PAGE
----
Content-Type: text/html

<!doctype html public "-//w3c//dtd html 4.0 transitional//en">
<html>
<head>
  <title>Test</title>
  <meta http-equiv="nick-mode" content="high">
</head>
<body bgcolor="#FFFFFF">

<h1>
Test</h1>
<p>Just a little test doc.

</body>
</html>
          HTML Characteristics
   Just a Text File!
    + Portable
    + Human Readable/Writable
   Defines the Structure (not Appearance) of the
    Document
     Client (Browser) defines the appearance
    + Portable
    + Pours into Browser (PDAs, Bigger/Smaller)
         Document Structure
<html>
<head><title>My First Web Page</title>
</head>
<body bgcolor="white">
<p>A Paragraph of Text.</p>
</body>
</html>
                            Nested Tags
   Like a tree, each element is contained inside a parent
    element
   Each element may have any number of attributes

                                   <html>...</html>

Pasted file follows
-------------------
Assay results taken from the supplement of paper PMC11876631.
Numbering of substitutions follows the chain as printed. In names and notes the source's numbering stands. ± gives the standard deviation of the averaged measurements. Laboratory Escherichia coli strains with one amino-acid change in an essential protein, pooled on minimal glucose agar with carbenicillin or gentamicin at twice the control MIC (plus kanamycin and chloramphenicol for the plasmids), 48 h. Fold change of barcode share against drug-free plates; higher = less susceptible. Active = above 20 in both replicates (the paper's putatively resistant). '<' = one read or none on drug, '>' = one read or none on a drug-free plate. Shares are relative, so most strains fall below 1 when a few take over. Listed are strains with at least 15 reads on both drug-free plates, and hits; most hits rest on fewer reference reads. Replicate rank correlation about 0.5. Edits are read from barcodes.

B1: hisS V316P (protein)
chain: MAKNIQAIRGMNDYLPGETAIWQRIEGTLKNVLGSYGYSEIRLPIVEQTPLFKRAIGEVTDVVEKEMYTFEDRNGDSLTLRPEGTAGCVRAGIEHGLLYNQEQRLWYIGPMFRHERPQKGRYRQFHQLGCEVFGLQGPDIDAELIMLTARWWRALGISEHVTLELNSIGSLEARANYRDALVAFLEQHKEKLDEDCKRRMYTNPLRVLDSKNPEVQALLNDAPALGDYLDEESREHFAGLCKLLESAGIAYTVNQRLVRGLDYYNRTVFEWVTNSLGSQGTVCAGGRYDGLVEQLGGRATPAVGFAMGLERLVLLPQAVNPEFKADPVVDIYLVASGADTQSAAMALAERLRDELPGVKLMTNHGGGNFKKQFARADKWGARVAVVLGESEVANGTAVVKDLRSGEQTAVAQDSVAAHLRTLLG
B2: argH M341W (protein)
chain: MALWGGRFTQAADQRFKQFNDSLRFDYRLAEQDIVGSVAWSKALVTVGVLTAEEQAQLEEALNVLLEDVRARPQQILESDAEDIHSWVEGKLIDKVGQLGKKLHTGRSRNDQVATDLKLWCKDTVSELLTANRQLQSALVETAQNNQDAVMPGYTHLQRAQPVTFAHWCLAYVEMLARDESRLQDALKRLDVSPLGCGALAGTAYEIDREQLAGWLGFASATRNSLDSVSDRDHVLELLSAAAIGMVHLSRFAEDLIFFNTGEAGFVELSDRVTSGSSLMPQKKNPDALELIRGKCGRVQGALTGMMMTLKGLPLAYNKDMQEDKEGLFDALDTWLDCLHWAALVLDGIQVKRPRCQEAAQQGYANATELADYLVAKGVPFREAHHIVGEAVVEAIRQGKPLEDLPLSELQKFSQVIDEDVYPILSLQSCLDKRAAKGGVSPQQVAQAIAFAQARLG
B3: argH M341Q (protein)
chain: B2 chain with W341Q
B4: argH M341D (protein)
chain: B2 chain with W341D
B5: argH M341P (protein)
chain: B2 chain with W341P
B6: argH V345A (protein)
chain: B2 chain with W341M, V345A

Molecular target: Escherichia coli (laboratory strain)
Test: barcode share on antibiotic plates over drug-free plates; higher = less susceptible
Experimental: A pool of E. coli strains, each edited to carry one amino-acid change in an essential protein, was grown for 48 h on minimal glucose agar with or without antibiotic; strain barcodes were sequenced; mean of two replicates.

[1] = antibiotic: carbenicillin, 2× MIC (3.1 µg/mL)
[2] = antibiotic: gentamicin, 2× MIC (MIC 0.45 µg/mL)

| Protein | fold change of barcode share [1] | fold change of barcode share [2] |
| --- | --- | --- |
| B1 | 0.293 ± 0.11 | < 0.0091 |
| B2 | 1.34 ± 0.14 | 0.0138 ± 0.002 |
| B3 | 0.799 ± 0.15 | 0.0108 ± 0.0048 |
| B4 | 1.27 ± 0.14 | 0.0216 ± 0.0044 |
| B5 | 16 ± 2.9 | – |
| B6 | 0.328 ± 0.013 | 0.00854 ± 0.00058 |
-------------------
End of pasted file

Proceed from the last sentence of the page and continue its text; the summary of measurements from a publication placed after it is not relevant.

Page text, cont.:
<head>...</head>                 <body>...</body> bgcolor="white"

       <title>...</title>   other stuff   <p>...</p>   <br>   <table>...</table>


                                      This is some text!
                   Basic Tags
   <hr> horizontal rule
   <br> new line
   <b>...</b> bold
   <i>...</i> italicize text in between
              Advanced Tags
   <ul><li>First Item</li>
   <li>Second Item></ul>
   Also, <ol>...</ol>
   <img src="URL of image file">
           Image File Types
   JPEG
   GIF
   PNG
   SVG
                     Tables
   <table>...</table>
   <tr>...</tr> for each row
   <td>...</td> for each element in a row
                  Comments
   <!-- This is a comment -->
   <!--
    This paragraph,
    is also a
    comment...
    -->
             Special HTML
   &lt; → <
   &gt; → >
   &amp; → &
   &nbsp; → space